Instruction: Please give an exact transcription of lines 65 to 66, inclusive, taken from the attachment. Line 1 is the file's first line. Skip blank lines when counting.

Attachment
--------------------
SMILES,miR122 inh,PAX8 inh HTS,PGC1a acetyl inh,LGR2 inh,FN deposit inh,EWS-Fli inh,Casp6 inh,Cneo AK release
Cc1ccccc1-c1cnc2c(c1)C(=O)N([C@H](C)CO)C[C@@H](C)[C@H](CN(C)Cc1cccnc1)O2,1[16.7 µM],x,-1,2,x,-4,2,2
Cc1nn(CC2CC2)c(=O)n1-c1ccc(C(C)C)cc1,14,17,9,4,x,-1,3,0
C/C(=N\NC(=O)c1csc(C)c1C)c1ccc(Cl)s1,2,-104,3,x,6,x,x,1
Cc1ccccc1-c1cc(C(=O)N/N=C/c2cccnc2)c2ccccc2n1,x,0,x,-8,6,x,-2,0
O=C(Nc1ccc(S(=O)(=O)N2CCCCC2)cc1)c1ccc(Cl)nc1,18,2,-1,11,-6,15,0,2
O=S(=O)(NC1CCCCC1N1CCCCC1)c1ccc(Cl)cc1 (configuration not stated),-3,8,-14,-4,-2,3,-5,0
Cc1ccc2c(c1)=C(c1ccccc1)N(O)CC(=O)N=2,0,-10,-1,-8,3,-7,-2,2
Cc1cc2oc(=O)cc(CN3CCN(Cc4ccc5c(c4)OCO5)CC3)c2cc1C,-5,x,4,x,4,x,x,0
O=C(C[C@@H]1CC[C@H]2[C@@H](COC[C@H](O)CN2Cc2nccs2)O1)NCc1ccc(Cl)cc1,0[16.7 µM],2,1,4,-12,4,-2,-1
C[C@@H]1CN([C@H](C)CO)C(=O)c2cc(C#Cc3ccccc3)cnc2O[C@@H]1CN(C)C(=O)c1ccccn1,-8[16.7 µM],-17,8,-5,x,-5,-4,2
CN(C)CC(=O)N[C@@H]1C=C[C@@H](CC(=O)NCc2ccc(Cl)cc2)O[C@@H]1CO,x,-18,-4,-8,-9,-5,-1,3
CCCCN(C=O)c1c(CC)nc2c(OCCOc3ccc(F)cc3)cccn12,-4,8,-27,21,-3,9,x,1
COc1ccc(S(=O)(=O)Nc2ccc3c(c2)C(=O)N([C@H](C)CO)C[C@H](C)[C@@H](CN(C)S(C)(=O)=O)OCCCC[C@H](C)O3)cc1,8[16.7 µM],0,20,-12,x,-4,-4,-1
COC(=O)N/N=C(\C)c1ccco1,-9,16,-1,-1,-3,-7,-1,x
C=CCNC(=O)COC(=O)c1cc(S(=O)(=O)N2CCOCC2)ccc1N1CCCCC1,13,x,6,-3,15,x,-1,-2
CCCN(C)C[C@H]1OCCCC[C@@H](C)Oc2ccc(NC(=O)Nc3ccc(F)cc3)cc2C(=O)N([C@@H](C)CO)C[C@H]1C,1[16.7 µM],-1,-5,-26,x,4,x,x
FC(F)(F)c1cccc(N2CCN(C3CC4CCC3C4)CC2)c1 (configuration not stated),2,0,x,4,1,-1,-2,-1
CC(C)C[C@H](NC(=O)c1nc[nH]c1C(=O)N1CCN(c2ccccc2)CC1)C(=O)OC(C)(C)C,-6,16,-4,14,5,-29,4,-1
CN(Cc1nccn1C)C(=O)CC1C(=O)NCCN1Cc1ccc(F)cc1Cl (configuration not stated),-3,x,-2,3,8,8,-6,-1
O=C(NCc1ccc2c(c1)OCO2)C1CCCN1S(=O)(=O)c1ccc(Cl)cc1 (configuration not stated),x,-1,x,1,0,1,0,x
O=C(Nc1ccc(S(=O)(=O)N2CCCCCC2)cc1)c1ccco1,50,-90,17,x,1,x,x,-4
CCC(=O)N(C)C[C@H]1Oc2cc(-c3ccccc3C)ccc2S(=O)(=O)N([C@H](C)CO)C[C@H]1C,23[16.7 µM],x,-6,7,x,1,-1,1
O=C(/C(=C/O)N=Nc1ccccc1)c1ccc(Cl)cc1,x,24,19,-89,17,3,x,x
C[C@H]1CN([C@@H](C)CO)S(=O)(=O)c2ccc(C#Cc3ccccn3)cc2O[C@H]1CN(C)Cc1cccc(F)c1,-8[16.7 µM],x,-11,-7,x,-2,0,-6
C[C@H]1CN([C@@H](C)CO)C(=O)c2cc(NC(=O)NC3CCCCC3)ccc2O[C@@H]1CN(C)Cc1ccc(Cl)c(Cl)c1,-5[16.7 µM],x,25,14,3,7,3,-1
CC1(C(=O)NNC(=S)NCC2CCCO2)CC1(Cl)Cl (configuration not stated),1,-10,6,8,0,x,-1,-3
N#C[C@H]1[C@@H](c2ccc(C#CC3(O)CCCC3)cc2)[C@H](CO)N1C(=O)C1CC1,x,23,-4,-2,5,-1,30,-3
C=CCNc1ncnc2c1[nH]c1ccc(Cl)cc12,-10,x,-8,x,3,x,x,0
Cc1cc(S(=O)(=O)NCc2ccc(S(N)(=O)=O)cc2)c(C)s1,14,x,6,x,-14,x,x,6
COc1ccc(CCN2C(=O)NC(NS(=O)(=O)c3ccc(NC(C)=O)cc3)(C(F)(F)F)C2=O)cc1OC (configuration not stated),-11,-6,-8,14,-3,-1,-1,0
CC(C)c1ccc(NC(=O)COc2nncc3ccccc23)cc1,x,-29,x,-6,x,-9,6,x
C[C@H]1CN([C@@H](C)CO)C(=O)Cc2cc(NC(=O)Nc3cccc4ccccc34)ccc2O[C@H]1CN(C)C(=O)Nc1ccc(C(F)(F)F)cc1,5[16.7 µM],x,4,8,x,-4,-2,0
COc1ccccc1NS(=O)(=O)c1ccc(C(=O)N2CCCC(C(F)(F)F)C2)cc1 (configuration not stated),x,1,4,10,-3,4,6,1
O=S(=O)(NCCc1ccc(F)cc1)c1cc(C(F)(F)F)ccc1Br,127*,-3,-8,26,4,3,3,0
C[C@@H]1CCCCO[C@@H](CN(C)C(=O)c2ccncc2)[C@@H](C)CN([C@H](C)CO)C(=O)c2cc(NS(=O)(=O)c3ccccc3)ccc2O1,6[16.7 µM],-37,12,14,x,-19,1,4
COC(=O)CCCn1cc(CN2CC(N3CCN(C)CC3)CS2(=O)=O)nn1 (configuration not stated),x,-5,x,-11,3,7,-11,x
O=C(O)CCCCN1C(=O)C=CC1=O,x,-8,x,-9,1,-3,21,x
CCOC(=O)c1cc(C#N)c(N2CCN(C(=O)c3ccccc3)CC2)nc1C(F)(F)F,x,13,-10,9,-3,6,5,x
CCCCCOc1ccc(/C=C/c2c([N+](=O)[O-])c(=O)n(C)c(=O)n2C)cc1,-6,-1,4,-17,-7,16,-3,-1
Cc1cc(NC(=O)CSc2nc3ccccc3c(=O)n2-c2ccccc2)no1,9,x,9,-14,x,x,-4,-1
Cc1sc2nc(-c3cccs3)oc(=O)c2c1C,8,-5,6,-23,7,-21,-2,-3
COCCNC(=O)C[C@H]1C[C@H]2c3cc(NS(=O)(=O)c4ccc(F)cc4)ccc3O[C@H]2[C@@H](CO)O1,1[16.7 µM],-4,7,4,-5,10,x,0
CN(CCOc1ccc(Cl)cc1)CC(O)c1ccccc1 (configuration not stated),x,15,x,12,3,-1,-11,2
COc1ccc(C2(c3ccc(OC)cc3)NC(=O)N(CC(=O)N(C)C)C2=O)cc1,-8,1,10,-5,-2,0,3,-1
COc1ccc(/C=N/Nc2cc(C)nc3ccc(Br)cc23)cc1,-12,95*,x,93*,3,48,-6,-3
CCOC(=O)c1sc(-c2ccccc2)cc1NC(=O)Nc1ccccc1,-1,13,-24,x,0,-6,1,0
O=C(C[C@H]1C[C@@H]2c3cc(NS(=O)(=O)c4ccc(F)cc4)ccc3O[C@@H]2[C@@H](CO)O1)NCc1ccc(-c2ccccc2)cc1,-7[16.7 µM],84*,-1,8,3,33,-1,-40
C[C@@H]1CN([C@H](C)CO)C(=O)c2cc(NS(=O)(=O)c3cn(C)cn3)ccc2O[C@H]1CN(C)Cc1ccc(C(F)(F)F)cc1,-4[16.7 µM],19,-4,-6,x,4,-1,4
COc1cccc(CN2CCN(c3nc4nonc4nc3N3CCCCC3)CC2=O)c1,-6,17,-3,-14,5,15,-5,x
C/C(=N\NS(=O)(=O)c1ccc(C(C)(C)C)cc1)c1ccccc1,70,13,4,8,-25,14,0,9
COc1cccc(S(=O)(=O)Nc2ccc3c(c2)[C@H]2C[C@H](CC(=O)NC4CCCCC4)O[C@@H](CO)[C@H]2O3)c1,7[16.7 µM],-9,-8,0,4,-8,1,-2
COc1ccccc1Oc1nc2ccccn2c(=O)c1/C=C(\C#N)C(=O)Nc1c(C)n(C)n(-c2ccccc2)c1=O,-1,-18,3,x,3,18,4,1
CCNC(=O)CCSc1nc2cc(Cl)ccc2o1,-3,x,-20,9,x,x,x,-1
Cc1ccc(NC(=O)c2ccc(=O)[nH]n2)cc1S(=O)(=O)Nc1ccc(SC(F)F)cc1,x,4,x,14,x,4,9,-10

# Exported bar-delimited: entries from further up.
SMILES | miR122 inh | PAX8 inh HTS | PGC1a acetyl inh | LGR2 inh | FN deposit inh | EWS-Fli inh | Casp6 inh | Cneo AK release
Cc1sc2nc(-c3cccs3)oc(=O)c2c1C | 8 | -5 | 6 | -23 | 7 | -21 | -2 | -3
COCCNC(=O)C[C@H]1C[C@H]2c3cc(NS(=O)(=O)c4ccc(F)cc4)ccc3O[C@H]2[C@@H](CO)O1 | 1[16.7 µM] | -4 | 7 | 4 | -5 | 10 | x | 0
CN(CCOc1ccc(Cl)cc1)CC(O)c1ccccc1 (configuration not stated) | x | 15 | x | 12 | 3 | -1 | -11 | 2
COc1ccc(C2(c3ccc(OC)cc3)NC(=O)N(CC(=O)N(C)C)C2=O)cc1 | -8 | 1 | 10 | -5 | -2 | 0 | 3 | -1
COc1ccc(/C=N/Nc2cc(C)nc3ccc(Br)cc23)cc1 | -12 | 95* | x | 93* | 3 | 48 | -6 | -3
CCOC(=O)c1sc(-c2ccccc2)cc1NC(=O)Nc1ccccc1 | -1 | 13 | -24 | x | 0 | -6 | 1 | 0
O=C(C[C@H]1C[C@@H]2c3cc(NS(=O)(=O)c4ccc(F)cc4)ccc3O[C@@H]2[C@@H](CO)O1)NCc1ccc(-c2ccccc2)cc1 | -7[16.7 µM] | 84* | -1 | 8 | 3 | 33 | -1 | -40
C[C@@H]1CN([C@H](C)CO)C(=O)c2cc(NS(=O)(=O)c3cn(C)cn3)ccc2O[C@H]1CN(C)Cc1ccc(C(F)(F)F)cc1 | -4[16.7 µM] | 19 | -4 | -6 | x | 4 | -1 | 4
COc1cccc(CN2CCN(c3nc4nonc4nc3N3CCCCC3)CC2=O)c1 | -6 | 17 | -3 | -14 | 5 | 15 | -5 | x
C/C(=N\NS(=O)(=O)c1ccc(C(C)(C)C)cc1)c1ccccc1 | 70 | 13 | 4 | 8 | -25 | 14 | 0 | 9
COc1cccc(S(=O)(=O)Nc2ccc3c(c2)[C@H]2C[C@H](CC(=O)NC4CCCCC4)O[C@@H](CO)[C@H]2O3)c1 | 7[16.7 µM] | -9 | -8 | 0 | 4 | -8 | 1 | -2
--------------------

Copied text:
C[C@@H]1CN([C@H](C)CO)C(=O)c2cc(NS(=O)(=O)c3cn(C)cn3)ccc2O[C@H]1CN(C)Cc1ccc(C(F)(F)F)cc1 | -4[16.7 µM] | 19 | -4 | -6 | x | 4 | -1 | 4
COc1cccc(CN2CCN(c3nc4nonc4nc3N3CCCCC3)CC2=O)c1 | -6 | 17 | -3 | -14 | 5 | 15 | -5 | x